Waiting for Landauer


Authors
John D. Norton
University of Pittsburgh
Abstract
Landauer's Principle asserts that there is an unavoidable cost in thermodynamic entropy creation when data is erased. It is usually derived from incorrect assumptions, most notably, that erasure must compress the phase space of a memory device or that thermodynamic entropy arises from the probabilistic uncertainty of random data. Recent work seeks to prove Landauer’s Principle without using these assumptions. I show that the processes assumed in the proof, and in the thermodynamics of computation more generally, can be combined to produce devices that both violate the second law and erase data without entropy cost, indicating an inconsistency in the theoretical system. Worse, the standard repertoire of processes selectively neglects thermal fluctuations. Concrete proposals for how we might measure dissipationlessly and expand single molecule gases reversibly are shown to be fatally disrupted by fluctuations. Reversible, isothermal processes on molecular scales are shown to be disrupted by fluctuations that can only be overcome by introducing entropy creating, dissipative processes.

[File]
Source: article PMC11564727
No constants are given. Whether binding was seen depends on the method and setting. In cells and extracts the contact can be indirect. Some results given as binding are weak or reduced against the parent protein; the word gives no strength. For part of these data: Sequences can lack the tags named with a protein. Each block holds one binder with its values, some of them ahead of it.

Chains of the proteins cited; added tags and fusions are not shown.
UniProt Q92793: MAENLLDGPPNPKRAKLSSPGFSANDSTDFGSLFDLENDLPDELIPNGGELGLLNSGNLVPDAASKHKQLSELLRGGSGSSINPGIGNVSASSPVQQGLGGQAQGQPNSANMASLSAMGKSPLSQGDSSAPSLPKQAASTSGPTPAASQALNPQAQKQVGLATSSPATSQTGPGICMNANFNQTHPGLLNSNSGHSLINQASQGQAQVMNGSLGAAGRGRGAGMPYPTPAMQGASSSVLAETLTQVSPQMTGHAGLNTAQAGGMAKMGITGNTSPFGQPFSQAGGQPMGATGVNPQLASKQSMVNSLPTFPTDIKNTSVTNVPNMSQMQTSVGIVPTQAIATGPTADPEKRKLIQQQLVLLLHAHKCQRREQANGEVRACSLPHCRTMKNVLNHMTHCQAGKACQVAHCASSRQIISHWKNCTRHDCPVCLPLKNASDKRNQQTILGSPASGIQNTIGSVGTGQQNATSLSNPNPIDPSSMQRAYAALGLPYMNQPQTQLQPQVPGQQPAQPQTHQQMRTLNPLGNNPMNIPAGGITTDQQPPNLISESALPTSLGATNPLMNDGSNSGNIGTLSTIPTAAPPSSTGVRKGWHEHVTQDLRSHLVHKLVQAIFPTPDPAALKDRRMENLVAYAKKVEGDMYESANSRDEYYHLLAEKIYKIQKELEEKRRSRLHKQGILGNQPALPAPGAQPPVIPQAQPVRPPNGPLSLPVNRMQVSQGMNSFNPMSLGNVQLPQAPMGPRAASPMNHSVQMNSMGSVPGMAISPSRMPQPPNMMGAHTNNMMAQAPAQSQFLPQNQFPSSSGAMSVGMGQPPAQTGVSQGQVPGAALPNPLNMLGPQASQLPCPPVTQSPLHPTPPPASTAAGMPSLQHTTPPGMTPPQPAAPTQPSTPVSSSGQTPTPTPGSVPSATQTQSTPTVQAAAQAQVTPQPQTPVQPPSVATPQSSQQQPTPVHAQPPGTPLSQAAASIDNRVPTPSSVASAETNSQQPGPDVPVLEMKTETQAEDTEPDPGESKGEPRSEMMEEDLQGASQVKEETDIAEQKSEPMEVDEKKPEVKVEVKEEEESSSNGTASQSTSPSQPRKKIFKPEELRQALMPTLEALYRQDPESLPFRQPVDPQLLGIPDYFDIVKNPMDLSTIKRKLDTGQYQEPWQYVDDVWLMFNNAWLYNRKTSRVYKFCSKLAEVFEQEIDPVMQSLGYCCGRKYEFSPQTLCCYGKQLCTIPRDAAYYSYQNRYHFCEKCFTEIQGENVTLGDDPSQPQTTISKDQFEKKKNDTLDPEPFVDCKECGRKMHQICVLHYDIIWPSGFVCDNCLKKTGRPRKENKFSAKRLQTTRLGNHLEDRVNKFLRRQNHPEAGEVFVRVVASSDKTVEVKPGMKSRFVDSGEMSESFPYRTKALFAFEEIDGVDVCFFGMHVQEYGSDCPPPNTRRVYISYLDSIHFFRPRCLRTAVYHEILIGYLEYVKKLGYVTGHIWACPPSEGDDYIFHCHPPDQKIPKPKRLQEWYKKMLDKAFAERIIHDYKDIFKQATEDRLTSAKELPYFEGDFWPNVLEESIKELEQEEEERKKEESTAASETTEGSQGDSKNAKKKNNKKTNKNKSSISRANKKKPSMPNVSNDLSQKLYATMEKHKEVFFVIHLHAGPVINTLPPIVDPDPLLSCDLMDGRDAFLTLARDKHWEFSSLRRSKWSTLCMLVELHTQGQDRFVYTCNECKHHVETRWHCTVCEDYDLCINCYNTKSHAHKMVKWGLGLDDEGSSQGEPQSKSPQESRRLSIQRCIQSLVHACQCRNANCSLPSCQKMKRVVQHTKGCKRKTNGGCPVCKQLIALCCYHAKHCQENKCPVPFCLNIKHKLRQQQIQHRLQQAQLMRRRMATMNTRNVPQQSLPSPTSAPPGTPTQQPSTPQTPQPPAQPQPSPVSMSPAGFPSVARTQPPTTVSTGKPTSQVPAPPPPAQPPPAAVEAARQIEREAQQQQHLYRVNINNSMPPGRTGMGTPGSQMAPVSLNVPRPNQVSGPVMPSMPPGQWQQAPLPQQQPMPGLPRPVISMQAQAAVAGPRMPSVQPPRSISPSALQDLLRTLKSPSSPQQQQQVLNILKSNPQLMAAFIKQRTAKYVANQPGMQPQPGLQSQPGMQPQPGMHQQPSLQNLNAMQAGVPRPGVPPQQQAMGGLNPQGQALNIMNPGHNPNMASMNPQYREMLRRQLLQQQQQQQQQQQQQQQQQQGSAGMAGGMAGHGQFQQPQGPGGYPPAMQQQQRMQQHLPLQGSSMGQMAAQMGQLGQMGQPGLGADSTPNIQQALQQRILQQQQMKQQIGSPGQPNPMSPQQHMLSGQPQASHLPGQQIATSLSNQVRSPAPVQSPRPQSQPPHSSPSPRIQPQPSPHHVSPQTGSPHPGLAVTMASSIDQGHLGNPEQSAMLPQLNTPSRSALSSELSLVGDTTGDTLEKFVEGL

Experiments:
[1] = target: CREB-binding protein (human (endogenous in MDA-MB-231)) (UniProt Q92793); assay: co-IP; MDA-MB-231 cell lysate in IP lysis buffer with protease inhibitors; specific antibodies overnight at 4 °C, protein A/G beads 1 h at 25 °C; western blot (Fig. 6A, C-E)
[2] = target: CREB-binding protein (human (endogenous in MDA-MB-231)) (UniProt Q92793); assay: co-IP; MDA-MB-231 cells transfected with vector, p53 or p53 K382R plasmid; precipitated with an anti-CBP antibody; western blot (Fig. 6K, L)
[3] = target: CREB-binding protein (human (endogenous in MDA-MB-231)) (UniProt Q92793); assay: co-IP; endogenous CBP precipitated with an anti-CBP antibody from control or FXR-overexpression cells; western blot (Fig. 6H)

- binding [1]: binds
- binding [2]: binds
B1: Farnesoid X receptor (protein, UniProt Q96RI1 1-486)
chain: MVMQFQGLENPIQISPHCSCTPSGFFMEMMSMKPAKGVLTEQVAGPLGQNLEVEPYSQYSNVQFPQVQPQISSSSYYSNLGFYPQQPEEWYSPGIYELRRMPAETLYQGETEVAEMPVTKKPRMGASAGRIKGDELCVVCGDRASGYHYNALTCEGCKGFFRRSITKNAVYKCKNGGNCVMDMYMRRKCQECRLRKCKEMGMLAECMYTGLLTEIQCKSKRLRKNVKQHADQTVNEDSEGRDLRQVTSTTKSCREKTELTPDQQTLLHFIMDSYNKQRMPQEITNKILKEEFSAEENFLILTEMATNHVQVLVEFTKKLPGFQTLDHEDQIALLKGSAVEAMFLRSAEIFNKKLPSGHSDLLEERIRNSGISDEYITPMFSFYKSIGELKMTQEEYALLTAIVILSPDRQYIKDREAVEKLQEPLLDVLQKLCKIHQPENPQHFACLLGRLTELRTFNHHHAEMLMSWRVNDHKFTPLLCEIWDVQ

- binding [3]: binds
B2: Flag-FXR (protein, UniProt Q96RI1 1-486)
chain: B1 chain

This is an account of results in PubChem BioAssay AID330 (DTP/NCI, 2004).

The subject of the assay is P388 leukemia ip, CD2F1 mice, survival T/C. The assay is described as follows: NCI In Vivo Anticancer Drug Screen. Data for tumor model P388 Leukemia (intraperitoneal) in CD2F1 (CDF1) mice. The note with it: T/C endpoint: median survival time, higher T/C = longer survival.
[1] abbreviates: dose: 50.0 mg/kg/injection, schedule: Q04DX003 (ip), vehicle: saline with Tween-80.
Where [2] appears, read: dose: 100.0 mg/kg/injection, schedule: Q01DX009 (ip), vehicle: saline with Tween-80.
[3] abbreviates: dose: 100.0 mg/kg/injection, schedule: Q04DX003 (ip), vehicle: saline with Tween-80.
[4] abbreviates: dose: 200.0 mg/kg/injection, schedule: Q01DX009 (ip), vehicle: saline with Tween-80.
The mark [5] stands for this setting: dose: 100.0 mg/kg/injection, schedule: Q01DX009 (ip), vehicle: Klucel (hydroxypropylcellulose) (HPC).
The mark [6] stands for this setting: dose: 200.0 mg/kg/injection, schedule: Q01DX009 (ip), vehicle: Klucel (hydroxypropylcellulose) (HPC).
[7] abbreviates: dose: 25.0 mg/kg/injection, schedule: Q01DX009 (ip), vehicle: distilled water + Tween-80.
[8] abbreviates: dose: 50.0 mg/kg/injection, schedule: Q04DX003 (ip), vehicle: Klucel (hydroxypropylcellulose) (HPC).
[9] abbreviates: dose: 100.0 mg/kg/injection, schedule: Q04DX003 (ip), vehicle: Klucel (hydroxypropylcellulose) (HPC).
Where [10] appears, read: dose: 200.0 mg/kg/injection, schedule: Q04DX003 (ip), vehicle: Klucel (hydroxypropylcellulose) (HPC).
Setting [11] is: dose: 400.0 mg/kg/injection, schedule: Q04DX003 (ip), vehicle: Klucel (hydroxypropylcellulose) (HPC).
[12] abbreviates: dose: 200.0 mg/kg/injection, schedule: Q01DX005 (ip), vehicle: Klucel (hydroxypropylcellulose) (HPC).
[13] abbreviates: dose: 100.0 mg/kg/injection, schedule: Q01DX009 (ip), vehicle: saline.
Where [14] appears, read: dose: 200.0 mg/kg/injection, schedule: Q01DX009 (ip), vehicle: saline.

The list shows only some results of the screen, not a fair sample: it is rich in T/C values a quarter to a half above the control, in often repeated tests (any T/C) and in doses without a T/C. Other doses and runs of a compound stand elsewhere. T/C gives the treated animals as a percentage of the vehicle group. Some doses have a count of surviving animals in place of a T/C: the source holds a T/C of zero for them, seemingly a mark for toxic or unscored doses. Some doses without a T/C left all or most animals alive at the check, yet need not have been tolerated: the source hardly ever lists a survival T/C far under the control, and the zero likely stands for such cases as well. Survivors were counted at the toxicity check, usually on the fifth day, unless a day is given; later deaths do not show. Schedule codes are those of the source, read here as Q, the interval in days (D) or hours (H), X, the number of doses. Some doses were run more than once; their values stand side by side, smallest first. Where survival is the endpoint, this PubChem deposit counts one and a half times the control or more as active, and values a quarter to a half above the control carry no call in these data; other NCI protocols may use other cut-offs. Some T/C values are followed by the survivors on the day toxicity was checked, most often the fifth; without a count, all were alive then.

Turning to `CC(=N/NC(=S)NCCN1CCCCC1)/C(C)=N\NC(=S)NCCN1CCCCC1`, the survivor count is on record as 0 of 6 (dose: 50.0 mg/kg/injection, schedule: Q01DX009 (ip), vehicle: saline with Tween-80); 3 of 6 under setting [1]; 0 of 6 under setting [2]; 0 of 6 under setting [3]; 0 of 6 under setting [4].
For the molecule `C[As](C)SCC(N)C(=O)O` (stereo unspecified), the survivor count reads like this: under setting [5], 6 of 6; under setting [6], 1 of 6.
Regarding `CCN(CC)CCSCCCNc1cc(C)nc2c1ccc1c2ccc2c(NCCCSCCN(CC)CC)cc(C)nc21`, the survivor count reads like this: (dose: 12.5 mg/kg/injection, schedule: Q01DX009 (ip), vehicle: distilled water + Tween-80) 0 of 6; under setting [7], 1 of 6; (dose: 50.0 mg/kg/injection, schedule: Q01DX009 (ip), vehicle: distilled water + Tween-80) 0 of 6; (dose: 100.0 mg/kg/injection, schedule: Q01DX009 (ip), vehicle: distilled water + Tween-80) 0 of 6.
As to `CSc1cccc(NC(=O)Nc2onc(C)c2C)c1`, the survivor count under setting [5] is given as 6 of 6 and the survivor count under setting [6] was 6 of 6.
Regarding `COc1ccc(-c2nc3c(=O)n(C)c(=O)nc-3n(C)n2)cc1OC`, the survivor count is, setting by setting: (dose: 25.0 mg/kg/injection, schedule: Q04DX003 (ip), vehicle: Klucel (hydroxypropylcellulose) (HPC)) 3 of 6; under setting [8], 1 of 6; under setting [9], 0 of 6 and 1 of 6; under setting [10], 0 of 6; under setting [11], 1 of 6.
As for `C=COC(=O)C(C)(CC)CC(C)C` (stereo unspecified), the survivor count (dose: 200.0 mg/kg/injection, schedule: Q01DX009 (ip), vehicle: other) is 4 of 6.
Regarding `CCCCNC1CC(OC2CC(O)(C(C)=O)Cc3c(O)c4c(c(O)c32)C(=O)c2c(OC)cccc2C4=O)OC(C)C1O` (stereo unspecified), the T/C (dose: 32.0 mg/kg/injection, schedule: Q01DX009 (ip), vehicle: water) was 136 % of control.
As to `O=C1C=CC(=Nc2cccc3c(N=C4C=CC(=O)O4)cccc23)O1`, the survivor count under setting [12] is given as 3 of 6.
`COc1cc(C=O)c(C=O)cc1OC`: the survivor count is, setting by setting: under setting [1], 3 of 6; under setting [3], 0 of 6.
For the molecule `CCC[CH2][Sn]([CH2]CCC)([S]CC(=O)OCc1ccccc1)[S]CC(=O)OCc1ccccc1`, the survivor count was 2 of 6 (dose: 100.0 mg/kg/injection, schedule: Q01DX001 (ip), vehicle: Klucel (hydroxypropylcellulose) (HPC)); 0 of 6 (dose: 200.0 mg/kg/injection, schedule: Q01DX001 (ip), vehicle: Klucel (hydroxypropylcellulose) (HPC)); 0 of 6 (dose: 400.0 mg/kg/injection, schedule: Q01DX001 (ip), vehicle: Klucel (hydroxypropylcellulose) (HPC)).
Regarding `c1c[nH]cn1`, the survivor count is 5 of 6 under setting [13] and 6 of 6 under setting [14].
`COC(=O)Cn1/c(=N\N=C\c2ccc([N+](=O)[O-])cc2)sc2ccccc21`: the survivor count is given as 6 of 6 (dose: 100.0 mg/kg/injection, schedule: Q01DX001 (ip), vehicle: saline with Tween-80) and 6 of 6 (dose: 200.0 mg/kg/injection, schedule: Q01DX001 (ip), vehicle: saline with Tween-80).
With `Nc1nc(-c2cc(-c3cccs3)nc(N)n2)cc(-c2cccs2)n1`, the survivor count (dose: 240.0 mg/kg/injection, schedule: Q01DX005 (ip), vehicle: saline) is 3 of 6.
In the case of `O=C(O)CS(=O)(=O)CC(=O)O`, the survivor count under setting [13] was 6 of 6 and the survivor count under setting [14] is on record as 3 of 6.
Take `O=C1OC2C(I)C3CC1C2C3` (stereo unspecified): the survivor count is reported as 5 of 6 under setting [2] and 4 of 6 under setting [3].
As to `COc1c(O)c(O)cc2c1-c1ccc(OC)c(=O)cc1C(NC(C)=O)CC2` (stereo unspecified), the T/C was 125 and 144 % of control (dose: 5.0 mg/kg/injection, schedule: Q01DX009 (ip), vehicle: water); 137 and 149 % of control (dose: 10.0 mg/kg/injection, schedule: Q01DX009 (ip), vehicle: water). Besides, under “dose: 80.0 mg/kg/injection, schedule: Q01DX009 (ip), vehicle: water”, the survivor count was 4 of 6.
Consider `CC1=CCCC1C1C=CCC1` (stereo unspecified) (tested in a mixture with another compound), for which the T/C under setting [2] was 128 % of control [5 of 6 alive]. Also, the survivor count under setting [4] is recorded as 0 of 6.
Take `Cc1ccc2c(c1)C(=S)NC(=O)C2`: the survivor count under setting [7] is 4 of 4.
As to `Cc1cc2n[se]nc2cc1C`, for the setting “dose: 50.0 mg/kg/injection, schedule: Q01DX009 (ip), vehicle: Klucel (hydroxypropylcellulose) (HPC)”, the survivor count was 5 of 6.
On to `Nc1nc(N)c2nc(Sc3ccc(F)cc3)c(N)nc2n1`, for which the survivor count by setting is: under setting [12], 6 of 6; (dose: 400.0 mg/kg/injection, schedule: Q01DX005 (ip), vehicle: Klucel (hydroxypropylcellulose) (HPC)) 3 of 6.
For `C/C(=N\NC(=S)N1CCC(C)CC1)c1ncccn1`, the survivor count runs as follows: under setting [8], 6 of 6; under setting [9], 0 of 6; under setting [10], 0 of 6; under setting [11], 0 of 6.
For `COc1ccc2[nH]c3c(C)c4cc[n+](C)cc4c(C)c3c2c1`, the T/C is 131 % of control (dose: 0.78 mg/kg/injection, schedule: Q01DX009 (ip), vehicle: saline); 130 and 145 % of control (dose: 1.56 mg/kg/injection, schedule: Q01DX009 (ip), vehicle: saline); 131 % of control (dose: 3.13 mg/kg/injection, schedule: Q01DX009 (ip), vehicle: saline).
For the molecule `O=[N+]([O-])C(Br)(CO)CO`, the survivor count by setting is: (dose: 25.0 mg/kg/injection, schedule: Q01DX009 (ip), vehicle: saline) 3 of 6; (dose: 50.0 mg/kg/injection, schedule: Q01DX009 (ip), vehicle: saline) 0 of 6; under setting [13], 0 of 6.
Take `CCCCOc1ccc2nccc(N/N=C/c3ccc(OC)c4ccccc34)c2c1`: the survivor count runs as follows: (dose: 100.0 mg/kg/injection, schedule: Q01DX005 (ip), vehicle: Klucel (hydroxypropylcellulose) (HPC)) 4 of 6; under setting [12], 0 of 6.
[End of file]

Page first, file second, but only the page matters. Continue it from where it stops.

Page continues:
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DOI 10.1016/j.shpsb.2011.05.002
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References found in this work BETA

Ignorance and Indifference.John D. Norton - 2008 - Philosophy of Science 75 (1):45-68.
Eaters of the Lotus: Landauer's Principle and the Return of Maxwell's Demon.John D. Norton - 2004 - Studies in History and Philosophy of Science Part B: Studies in History and Philosophy of Modern Physics 36 (2):375-411.
Notes on Landauer's Principle, Reversible Computation, and Maxwell's Demon.Charles H. Bennett - 2003 - Studies in History and Philosophy of Science Part B: Studies in History and Philosophy of Modern Physics 34 (3):501-510.
Exorcist XIV: The Wrath of Maxwell’s Demon. Part I. From Maxwell to Szilard.John Earman & John D. Norton - 1998 - Studies in History and Philosophy of Modern Physics 29 (4):435-471.

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Citations of this work BETA

Maxwell's Demon Does Not Compute.John D. Norton - forthcoming - In Michael Cuffaro & Samuel C. Fletcher (eds.), Physical Perspectives on Computation, Computational Perspectives on Physics. Cambridge University Press.
Infinite Idealizations.John D. Norton - 2012 - Vienna Circle Institute Yearbook 17:197-210.
The Thermodynamic Cost of Fast Thought.Alexandre de Castro - 2013 - Minds and Machines 23 (4):473-487.

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